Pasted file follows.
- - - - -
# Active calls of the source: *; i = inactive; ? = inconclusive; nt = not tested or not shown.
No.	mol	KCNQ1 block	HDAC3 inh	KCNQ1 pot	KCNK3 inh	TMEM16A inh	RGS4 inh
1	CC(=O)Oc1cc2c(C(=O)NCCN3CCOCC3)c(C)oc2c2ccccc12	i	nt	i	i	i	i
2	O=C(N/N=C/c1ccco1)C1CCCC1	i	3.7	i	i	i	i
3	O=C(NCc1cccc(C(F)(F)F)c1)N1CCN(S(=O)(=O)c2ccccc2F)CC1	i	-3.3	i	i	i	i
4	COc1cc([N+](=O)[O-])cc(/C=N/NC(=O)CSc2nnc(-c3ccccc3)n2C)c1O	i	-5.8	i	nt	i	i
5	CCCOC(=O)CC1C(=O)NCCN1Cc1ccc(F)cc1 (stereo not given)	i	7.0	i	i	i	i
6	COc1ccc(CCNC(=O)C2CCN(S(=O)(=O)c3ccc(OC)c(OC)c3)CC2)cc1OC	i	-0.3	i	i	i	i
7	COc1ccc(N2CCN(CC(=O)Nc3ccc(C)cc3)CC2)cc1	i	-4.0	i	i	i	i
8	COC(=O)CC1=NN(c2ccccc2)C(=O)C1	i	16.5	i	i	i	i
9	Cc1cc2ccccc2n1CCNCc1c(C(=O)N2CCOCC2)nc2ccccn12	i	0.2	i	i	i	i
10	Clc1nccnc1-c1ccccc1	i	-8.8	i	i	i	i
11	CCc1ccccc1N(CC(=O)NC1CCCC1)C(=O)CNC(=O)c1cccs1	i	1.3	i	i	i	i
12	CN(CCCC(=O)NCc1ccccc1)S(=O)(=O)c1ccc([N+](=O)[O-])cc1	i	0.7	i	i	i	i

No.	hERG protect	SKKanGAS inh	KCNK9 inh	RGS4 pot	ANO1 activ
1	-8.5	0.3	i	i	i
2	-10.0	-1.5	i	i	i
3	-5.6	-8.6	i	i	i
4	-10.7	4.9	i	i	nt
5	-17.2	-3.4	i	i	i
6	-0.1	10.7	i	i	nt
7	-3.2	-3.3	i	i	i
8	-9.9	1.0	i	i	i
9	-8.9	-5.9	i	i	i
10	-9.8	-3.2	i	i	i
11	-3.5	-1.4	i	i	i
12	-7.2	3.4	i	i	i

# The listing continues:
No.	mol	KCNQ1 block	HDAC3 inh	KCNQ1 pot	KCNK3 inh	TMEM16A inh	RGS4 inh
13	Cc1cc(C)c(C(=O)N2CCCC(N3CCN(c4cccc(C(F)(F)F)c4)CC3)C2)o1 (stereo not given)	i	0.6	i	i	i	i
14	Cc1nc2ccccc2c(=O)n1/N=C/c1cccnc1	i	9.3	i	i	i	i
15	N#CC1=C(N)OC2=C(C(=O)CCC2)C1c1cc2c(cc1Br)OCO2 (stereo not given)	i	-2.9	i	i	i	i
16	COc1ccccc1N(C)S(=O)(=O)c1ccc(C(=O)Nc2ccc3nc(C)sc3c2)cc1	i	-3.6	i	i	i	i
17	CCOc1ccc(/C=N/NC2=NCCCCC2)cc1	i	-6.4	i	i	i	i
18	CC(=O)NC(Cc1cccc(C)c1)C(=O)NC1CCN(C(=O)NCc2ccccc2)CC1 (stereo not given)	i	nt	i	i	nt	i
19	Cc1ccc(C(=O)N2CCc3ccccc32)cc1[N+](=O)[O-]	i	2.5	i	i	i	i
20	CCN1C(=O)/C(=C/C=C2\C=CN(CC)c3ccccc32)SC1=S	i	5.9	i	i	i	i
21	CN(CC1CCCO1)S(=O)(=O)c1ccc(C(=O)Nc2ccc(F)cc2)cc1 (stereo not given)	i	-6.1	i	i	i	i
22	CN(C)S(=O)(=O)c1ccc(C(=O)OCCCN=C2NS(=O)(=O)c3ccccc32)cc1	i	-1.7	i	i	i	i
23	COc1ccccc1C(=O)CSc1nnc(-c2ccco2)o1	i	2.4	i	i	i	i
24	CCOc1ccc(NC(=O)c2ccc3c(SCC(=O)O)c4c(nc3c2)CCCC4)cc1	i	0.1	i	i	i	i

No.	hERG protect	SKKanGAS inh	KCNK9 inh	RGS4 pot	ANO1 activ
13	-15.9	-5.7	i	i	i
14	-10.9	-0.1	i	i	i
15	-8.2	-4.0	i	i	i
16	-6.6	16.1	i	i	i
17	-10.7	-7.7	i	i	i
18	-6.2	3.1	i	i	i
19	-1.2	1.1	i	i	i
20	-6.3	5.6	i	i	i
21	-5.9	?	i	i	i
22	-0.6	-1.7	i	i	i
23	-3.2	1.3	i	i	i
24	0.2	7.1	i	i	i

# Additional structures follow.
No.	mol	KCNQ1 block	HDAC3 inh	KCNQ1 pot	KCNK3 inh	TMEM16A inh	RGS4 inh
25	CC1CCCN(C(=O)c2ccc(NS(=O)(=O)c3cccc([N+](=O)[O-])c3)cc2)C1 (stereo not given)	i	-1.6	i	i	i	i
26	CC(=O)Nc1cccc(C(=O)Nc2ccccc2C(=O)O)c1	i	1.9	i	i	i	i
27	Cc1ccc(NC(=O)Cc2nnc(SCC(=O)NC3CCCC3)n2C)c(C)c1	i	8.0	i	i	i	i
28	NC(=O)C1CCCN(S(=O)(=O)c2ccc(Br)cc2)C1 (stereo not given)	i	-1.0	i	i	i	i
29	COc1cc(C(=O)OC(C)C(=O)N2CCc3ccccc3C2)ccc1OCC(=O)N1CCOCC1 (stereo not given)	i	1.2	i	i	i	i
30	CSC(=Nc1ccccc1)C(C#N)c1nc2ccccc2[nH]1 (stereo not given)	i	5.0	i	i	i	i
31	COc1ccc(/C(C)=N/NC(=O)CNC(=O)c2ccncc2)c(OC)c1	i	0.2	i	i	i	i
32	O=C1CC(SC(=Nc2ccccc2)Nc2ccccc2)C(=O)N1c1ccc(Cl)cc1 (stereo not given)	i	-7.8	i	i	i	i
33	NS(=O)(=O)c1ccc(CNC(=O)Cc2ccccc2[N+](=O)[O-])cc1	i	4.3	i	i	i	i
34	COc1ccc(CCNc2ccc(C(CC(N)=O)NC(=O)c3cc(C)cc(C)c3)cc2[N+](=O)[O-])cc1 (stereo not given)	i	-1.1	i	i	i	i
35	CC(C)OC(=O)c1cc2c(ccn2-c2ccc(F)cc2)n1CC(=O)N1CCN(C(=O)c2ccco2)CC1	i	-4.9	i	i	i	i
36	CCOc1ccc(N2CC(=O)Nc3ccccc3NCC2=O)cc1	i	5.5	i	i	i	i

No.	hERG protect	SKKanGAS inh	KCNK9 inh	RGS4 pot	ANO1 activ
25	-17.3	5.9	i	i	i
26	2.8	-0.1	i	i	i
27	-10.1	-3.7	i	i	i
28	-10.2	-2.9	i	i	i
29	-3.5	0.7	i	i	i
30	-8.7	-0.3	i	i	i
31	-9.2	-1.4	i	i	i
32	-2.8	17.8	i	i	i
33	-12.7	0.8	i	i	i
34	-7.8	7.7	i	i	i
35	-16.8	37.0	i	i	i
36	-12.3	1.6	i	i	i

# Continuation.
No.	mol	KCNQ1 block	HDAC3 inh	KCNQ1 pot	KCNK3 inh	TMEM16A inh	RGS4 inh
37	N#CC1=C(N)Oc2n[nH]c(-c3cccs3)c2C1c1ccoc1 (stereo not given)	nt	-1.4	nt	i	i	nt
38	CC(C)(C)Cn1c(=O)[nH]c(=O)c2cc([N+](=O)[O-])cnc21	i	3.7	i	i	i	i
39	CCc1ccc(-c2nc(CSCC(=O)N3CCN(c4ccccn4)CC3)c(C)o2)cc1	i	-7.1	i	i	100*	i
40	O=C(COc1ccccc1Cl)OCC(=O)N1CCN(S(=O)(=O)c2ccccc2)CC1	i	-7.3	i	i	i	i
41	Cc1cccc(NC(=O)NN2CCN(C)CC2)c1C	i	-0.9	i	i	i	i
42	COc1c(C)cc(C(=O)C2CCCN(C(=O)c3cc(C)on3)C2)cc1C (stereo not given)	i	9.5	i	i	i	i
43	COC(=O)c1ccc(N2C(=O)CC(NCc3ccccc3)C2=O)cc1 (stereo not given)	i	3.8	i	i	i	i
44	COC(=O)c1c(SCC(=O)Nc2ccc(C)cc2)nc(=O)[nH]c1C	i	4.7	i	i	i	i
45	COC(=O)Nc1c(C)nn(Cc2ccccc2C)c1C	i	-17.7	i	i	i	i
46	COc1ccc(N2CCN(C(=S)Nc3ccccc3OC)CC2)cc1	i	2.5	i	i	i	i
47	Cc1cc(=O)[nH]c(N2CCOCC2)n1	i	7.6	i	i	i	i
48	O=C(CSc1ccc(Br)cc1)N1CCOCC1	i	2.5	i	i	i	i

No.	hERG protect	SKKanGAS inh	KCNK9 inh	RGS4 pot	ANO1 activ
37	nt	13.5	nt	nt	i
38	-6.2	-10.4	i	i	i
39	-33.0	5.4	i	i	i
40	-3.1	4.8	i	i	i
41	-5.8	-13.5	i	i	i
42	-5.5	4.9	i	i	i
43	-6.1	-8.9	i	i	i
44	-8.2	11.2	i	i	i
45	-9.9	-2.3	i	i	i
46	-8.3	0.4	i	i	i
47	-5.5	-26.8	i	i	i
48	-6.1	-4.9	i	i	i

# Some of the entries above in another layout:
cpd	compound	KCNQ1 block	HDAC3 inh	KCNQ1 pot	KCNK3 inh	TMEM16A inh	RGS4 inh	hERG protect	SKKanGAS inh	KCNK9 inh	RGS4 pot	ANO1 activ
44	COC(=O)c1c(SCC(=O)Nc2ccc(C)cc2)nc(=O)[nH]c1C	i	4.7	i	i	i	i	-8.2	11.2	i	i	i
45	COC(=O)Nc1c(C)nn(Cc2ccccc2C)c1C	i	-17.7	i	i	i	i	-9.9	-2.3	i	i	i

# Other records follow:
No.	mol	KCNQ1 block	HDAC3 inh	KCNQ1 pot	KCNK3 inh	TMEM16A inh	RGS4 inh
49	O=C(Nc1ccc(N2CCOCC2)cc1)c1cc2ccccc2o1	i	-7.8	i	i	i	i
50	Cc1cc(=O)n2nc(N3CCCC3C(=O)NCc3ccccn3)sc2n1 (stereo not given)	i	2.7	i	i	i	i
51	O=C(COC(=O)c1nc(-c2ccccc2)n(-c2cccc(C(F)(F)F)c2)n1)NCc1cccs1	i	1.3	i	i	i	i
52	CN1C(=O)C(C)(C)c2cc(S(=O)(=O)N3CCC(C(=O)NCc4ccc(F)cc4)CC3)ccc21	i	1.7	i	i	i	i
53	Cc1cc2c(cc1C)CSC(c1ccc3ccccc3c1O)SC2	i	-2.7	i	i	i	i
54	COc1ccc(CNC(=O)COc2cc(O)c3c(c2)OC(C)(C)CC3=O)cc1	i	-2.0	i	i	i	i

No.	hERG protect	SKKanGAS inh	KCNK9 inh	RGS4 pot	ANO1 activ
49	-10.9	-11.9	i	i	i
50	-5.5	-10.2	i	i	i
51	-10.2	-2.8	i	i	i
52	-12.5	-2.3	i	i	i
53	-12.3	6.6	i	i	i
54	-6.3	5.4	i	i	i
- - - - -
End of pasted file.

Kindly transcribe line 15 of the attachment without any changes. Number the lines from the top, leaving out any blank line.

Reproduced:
No.	hERG protect	SKKanGAS inh	KCNK9 inh	RGS4 pot	ANO1 activ